ADEN, Yemen - Thirteen-year-old Hosson is a ninth grade pupil at 26 September School in Malla district, Aden. She is one of the top performing students in her class, and loves to teach younger children maths. But despite her academic success, she is regularly bullied by her classmates.
You are here
LUSAKA, Zambia - "I have seen girls become pregnant, become victims of violence and become HIV-positive, and I don't want to become one of those girls," said 13-year-old Lydia Mwelwa, a student at Kabulonga Basic School in Lusaka, Zambia's capital. "I'm happy they have taught us in school how we girls can protect ourselves," she added.
In 2012, Malala Yousafzai made headlines all over the world when she was shot by the Taliban for speaking out on the right of education for girls. But instead of silencing her, the brutal attack only served to embolden the Pakistani teenager, who has used her voice to promote the right of every child to safe, free and quality primary and secondary education.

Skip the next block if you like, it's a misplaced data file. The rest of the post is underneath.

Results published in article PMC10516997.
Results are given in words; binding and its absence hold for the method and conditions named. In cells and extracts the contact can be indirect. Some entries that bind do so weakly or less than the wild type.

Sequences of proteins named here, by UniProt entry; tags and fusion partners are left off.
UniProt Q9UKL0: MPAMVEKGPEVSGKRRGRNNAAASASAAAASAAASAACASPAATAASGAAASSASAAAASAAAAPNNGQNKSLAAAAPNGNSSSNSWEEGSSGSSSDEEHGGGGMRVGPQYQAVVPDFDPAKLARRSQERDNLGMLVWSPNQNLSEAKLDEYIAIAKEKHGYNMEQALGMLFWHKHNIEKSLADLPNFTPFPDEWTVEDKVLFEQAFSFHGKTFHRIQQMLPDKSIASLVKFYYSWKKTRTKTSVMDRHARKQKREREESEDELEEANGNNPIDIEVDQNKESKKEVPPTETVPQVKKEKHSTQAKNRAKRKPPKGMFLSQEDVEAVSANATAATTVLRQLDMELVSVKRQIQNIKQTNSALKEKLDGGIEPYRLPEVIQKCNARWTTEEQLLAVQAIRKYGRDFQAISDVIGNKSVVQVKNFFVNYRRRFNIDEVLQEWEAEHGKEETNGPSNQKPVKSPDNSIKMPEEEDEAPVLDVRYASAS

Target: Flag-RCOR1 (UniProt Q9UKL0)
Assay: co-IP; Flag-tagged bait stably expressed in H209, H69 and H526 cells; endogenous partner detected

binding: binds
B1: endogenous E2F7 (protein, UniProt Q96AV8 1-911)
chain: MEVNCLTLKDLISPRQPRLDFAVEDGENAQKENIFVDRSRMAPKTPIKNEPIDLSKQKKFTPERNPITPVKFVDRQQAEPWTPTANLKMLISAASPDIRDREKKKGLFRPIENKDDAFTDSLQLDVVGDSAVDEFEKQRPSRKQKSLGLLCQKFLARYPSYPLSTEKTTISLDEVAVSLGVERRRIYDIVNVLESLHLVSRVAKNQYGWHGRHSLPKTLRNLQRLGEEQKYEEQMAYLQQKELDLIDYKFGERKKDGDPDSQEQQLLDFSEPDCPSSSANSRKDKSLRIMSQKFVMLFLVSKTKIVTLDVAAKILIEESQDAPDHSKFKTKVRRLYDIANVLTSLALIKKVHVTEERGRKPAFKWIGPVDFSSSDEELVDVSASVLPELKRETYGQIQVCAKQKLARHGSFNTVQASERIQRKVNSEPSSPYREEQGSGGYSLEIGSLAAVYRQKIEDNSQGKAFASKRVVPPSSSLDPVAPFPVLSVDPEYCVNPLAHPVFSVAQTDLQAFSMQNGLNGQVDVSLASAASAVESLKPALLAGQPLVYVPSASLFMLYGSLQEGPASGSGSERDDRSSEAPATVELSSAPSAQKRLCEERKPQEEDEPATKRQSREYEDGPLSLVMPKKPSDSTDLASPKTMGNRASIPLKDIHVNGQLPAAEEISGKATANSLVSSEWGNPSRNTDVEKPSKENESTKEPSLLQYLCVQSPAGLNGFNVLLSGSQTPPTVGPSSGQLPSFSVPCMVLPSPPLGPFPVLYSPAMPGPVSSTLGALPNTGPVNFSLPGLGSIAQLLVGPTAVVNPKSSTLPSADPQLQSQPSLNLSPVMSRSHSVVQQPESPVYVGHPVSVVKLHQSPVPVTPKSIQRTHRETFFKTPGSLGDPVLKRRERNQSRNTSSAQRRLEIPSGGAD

The eAtlas shows the gender gaps from primary to tertiary education using the latest available data from the UIS. With about 100 interactive maps and charts, the eAtlas shows the educational pathways of girls and boys in more than 200 countries and territories.
UNESCO will celebrate International Women's Day (8 March) at its Headquarters and field office with a roundtable debate on gender equality in the art world, an advocacy campaign for women to be better represented in the media, and an international art exhibition.
Join Rotary International, Oppenheimer, and The World Bank as we celebrate International Women's Day. Hosted and sponsored by the World Bank Group Staff Association, the session will illustrate the power of women to change the world and improve the lives of the less fortunate through innovative projects in the areas of education and health.
Although she was born to Palestinian refugees in Yarmouk camp in Damascus, Lujain looked forward to a bright future while growing up. "We had a house, a car, everything a Syrian citizen had," she recalls.
MAKONDE, Zimbabwe - Three years ago, Sibongile Majaura was on the cusp of dropping out of school, a misfortune all too familiar to girls in Zimbabwe. But she has defied the odds. With just a little investment and a lot of ingenuity, she was able to start a thriving business and return to school.
Every day after school, 30 girls meet at the Olympic Vila of Mangueira-one of 22 public spaces with free sports facilities managed by the municipality in the north of Rio de Janeiro-to play basketball. They range in age from 10 to 14 and come from different neighbourhoods, schools and backgrounds.